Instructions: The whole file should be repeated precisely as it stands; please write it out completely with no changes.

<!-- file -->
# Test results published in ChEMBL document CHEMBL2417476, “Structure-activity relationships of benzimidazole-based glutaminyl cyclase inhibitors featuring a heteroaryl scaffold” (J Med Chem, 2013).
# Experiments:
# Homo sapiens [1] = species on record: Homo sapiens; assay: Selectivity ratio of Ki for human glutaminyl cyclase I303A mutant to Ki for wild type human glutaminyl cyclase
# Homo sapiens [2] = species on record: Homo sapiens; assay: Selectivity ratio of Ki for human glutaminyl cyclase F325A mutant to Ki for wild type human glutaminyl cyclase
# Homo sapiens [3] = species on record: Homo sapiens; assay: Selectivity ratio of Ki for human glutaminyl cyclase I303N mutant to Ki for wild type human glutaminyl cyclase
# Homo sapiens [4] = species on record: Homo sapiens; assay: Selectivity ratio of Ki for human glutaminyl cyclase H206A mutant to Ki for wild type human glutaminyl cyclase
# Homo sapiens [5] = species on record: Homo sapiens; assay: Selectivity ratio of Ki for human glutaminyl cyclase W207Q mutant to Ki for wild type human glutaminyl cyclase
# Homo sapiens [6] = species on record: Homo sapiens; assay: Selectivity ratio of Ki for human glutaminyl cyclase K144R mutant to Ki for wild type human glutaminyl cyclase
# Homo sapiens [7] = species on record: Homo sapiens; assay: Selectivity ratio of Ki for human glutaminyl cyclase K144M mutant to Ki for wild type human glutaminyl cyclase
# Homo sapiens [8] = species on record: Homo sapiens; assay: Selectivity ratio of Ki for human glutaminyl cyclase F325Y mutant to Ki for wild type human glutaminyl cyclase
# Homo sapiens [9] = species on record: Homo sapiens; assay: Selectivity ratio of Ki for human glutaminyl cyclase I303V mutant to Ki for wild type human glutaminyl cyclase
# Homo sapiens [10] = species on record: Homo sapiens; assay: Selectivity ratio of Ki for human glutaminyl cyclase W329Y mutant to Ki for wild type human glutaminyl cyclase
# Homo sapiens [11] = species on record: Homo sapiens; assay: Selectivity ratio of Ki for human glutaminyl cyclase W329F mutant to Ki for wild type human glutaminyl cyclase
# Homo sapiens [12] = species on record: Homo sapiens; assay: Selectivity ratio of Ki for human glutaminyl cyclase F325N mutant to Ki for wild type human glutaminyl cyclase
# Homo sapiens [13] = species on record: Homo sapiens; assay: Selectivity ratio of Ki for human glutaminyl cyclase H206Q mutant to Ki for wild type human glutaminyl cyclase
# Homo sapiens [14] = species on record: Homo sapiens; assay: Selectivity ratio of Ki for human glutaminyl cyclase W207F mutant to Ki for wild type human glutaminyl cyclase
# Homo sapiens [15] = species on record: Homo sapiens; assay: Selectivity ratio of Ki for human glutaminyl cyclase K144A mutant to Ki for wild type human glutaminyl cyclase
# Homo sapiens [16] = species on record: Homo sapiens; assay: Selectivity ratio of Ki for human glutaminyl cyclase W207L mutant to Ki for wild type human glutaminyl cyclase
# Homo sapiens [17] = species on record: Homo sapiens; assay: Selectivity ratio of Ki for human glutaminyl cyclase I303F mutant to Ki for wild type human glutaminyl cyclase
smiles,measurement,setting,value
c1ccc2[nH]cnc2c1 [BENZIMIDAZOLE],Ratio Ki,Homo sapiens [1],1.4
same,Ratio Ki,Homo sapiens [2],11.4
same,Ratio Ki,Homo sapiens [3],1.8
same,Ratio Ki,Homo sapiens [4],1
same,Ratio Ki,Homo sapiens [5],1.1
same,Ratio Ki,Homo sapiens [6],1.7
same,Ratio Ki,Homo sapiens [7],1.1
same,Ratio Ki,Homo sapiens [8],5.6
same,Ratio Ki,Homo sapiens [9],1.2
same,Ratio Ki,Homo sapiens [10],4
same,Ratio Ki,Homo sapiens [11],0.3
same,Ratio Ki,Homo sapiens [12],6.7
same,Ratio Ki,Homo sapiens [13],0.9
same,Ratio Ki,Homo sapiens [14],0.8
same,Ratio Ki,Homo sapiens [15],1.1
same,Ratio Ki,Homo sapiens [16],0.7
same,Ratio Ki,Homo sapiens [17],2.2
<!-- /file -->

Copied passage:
# Test results published in ChEMBL document CHEMBL2417476, “Structure-activity relationships of benzimidazole-based glutaminyl cyclase inhibitors featuring a heteroaryl scaffold” (J Med Chem, 2013).
# Experiments:
# Homo sapiens [1] = species on record: Homo sapiens; assay: Selectivity ratio of Ki for human glutaminyl cyclase I303A mutant to Ki for wild type human glutaminyl cyclase
# Homo sapiens [2] = species on record: Homo sapiens; assay: Selectivity ratio of Ki for human glutaminyl cyclase F325A mutant to Ki for wild type human glutaminyl cyclase
# Homo sapiens [3] = species on record: Homo sapiens; assay: Selectivity ratio of Ki for human glutaminyl cyclase I303N mutant to Ki for wild type human glutaminyl cyclase
# Homo sapiens [4] = species on record: Homo sapiens; assay: Selectivity ratio of Ki for human glutaminyl cyclase H206A mutant to Ki for wild type human glutaminyl cyclase
# Homo sapiens [5] = species on record: Homo sapiens; assay: Selectivity ratio of Ki for human glutaminyl cyclase W207Q mutant to Ki for wild type human glutaminyl cyclase
# Homo sapiens [6] = species on record: Homo sapiens; assay: Selectivity ratio of Ki for human glutaminyl cyclase K144R mutant to Ki for wild type human glutaminyl cyclase
# Homo sapiens [7] = species on record: Homo sapiens; assay: Selectivity ratio of Ki for human glutaminyl cyclase K144M mutant to Ki for wild type human glutaminyl cyclase
# Homo sapiens [8] = species on record: Homo sapiens; assay: Selectivity ratio of Ki for human glutaminyl cyclase F325Y mutant to Ki for wild type human glutaminyl cyclase
# Homo sapiens [9] = species on record: Homo sapiens; assay: Selectivity ratio of Ki for human glutaminyl cyclase I303V mutant to Ki for wild type human glutaminyl cyclase
# Homo sapiens [10] = species on record: Homo sapiens; assay: Selectivity ratio of Ki for human glutaminyl cyclase W329Y mutant to Ki for wild type human glutaminyl cyclase
# Homo sapiens [11] = species on record: Homo sapiens; assay: Selectivity ratio of Ki for human glutaminyl cyclase W329F mutant to Ki for wild type human glutaminyl cyclase
# Homo sapiens [12] = species on record: Homo sapiens; assay: Selectivity ratio of Ki for human glutaminyl cyclase F325N mutant to Ki for wild type human glutaminyl cyclase
# Homo sapiens [13] = species on record: Homo sapiens; assay: Selectivity ratio of Ki for human glutaminyl cyclase H206Q mutant to Ki for wild type human glutaminyl cyclase
# Homo sapiens [14] = species on record: Homo sapiens; assay: Selectivity ratio of Ki for human glutaminyl cyclase W207F mutant to Ki for wild type human glutaminyl cyclase
# Homo sapiens [15] = species on record: Homo sapiens; assay: Selectivity ratio of Ki for human glutaminyl cyclase K144A mutant to Ki for wild type human glutaminyl cyclase
# Homo sapiens [16] = species on record: Homo sapiens; assay: Selectivity ratio of Ki for human glutaminyl cyclase W207L mutant to Ki for wild type human glutaminyl cyclase
# Homo sapiens [17] = species on record: Homo sapiens; assay: Selectivity ratio of Ki for human glutaminyl cyclase I303F mutant to Ki for wild type human glutaminyl cyclase
smiles,measurement,setting,value
c1ccc2[nH]cnc2c1 [BENZIMIDAZOLE],Ratio Ki,Homo sapiens [1],1.4
same,Ratio Ki,Homo sapiens [2],11.4
same,Ratio Ki,Homo sapiens [3],1.8
same,Ratio Ki,Homo sapiens [4],1
same,Ratio Ki,Homo sapiens [5],1.1
same,Ratio Ki,Homo sapiens [6],1.7
same,Ratio Ki,Homo sapiens [7],1.1
same,Ratio Ki,Homo sapiens [8],5.6
same,Ratio Ki,Homo sapiens [9],1.2
same,Ratio Ki,Homo sapiens [10],4
same,Ratio Ki,Homo sapiens [11],0.3
same,Ratio Ki,Homo sapiens [12],6.7
same,Ratio Ki,Homo sapiens [13],0.9
same,Ratio Ki,Homo sapiens [14],0.8
same,Ratio Ki,Homo sapiens [15],1.1
same,Ratio Ki,Homo sapiens [16],0.7
same,Ratio Ki,Homo sapiens [17],2.2